In one district alone, Trans Mountain's EM team evaluated over 200 potential GRP control points, staging areas, and/or boat launches. Some proposed control points were removed for a variety of reasons; primarily due to poor or no access such as steep riverbanks, which is difficult to see on the Desktop Review.
Through the completion of the field verification program in which stakeholders, Indigenous communities, and landowners identified, verified, and provided critical local knowledge on the feasibility of the potential control points, 600 control points were confirmed. A Data Sheet was prepared for each of the control points along with four GRPs (one for each of Trans Mountain's operational districts).
The GRPs are divided into eight components:
Introduction – Provides an overview of the GRP and district-specific information.
Initial Response Actions – Outlines actions to ensure the safety of responders, public and to protect the environment and property; safety is always the first priority in any response
Notification –Describes protocols for immediate notification to the TM Control Centre and, depending on the situation, local first responders and emergency services. Immediate notification is a key element of any emergency response action.
Tactical Response Actions –Describes when certain tactics are best used and provides instructions on how to implement the tactic. The information within the GRP increases the initial spill response efficiency by providing guidance on the resources and capabilities required to complete the tactic(s) identified for each Control Point. Winter response tactics are also included.
Decontamination Procedures – Decontamination is critical to health and safety at release sites and protects workers from hazardous substances. Procedures are outlined for establishing a decontamination area in a safe, convenient location.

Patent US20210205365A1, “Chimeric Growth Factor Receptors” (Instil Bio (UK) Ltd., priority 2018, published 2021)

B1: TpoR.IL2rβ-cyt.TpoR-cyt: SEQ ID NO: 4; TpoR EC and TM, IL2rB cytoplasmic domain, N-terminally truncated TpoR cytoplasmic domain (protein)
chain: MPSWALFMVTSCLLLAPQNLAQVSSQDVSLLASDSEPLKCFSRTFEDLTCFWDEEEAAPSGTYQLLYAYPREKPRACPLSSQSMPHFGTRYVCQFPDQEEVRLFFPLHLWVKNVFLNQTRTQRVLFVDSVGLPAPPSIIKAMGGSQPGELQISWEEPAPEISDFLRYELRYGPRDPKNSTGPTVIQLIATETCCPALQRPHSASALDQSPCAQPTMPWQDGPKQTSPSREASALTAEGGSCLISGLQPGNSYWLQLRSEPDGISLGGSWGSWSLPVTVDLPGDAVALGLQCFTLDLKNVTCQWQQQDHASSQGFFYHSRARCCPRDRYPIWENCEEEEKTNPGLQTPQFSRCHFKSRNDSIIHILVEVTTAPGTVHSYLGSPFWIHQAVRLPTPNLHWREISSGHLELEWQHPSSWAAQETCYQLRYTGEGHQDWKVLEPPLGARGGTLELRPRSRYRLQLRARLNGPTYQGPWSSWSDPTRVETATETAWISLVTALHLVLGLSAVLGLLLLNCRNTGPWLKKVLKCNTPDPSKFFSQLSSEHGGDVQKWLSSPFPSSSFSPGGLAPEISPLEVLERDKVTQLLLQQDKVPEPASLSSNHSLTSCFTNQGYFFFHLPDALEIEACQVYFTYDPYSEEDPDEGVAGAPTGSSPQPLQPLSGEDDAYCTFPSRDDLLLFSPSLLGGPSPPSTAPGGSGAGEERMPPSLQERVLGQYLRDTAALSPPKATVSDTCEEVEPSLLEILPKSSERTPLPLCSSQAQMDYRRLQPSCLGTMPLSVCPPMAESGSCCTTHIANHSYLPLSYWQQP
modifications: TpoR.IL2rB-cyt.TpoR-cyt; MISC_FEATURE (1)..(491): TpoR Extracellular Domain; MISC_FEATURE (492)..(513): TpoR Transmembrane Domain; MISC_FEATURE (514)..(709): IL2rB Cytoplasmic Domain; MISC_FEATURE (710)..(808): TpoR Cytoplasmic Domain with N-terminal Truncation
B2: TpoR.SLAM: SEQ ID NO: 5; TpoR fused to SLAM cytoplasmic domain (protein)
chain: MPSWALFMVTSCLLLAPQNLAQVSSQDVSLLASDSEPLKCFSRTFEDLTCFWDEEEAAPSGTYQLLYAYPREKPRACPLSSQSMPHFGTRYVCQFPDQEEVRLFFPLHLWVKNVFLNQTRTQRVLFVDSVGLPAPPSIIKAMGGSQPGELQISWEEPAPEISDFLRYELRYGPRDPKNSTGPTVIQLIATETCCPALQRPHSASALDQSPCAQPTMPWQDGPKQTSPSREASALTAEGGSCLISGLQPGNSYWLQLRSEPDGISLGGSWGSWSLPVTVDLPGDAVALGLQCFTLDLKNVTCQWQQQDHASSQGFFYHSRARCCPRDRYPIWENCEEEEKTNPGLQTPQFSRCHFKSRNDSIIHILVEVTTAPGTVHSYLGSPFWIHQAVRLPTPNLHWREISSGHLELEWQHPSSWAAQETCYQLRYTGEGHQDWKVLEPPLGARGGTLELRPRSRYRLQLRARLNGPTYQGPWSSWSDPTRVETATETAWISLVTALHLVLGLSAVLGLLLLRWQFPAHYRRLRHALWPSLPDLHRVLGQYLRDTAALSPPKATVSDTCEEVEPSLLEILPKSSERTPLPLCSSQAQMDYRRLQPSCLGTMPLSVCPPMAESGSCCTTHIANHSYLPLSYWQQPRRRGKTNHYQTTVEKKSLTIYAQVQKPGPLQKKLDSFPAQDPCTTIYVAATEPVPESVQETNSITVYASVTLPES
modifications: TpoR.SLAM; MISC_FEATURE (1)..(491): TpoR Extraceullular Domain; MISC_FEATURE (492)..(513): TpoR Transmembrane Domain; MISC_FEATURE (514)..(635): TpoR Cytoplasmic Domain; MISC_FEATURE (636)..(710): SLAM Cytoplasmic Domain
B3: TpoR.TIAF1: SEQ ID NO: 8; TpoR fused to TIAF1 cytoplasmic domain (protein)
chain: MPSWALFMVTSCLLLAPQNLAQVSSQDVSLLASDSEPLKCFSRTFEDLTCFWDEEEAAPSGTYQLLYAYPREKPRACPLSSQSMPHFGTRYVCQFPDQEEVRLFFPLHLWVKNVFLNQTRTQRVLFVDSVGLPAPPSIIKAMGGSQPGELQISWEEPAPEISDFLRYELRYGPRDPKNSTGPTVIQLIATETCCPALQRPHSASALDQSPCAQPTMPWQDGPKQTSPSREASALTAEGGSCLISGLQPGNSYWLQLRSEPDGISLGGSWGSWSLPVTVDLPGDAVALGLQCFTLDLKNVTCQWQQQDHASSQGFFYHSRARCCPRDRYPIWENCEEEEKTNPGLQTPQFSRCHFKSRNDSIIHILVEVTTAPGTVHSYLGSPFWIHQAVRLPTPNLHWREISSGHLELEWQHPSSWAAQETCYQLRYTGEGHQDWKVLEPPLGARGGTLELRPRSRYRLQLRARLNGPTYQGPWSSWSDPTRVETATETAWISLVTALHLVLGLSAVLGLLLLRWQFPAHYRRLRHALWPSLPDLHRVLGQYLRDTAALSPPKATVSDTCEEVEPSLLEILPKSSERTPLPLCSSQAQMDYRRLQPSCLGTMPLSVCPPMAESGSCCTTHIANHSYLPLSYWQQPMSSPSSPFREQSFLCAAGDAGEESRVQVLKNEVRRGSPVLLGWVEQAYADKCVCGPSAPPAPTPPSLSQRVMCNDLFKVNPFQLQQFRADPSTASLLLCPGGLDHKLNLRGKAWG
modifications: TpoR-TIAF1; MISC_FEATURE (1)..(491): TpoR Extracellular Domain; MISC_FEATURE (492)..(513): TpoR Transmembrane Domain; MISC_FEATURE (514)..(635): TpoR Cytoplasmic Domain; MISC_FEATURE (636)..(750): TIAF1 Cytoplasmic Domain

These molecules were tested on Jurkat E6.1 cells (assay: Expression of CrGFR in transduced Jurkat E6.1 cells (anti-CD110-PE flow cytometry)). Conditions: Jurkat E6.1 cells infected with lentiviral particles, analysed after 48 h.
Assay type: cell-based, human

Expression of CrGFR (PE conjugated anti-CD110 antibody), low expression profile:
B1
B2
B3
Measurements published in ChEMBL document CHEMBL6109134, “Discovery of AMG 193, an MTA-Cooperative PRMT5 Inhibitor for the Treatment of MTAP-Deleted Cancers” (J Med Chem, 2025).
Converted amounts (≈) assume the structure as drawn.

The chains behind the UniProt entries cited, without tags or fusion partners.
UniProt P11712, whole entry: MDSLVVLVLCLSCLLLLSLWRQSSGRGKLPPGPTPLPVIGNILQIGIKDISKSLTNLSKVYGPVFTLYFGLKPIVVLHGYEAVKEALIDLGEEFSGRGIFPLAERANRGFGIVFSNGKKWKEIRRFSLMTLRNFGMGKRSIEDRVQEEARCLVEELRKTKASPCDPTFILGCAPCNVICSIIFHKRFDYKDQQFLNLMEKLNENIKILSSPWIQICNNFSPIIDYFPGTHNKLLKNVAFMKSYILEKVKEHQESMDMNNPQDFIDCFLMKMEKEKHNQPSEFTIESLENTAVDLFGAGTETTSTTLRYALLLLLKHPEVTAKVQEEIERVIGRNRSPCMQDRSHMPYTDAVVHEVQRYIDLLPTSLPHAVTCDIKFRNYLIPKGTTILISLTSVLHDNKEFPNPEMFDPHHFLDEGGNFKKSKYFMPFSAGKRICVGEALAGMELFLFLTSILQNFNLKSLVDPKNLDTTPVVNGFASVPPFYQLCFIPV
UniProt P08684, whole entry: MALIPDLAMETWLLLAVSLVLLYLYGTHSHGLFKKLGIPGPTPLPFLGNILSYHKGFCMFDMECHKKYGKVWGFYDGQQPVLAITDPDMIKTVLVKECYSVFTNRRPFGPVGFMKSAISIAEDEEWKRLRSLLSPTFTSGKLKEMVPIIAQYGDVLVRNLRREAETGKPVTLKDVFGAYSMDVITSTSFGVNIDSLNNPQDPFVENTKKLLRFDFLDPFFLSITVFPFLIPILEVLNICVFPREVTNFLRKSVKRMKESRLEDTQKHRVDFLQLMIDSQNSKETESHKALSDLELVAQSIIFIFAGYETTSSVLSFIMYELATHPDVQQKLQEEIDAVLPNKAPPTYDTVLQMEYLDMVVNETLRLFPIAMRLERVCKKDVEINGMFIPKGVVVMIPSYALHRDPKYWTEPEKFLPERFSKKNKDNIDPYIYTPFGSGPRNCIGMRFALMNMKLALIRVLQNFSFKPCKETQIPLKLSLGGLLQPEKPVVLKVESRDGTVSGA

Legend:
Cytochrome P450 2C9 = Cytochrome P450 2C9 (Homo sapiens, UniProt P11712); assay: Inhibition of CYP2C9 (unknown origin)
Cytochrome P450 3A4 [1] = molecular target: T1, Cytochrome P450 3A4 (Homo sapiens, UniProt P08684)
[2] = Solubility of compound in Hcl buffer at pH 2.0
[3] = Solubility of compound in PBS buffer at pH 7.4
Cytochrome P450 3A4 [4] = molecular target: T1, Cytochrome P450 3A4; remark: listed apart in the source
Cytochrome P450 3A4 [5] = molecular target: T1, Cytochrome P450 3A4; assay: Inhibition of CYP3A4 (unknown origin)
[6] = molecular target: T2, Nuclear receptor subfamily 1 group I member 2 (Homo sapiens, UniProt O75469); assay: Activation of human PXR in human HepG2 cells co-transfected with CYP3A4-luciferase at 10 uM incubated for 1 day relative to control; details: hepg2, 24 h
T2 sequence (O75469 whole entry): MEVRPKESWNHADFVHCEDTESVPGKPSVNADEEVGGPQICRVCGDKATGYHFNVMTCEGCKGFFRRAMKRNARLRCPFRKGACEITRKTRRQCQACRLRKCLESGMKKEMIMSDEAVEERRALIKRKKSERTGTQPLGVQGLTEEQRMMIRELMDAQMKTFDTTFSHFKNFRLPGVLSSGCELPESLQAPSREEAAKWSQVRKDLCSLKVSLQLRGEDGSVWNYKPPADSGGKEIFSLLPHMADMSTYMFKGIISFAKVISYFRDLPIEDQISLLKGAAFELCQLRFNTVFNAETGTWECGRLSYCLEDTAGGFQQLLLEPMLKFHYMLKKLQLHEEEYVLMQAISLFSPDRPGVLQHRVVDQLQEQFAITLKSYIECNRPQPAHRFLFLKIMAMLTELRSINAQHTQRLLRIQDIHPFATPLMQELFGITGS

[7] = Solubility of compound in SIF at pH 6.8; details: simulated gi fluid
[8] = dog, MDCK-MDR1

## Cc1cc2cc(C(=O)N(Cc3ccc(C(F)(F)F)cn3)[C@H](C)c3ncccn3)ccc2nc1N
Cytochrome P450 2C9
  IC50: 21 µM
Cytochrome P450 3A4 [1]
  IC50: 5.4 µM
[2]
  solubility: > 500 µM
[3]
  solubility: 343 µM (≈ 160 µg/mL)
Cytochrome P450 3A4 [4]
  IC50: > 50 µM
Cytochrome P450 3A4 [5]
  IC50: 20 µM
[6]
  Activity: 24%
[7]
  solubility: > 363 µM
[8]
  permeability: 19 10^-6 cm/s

Route Maps – Pipeline base route maps are composed and indexed, illustrating the routes within the operational district. The maps illustrate:
Directions for responders to access the Control Point
Control Point Data Sheets - The Control Point Data Sheets provide responders with quick and detailed information to assist spill responders in deploying containment and recovery tactics and strategies. The Data Sheets provide:
Resources at risk
Logistical information, including staging areas
Staging area photographs
CP tactical diagram and implementation instructions
Implementation and equipment resources
Support and technical services
Wildlife at risk
Wildlife mitigation tactics
Decontamination area information
Forms - Samples of the forms required during the early period of a response are included.
Of particular significance is the 600 Control Point Data Sheets, which document the site-specific tactics, and the resources and equipment required to implement the tactics. Individual Control Point Data Sheets were created for waterbody Control Points, land-based Control Points and boat launches. The Control Point Data Sheets set out actions to be taken to protect sites such as municipal water intakes, sensitive environmental features, coastline areas, river crossings, or places of significance (cultural or environmental) to an Indigenous community. Table 2 below shows the number of data points provided directly by stakeholders and Indigenous communities during the workshops conducted in 2017.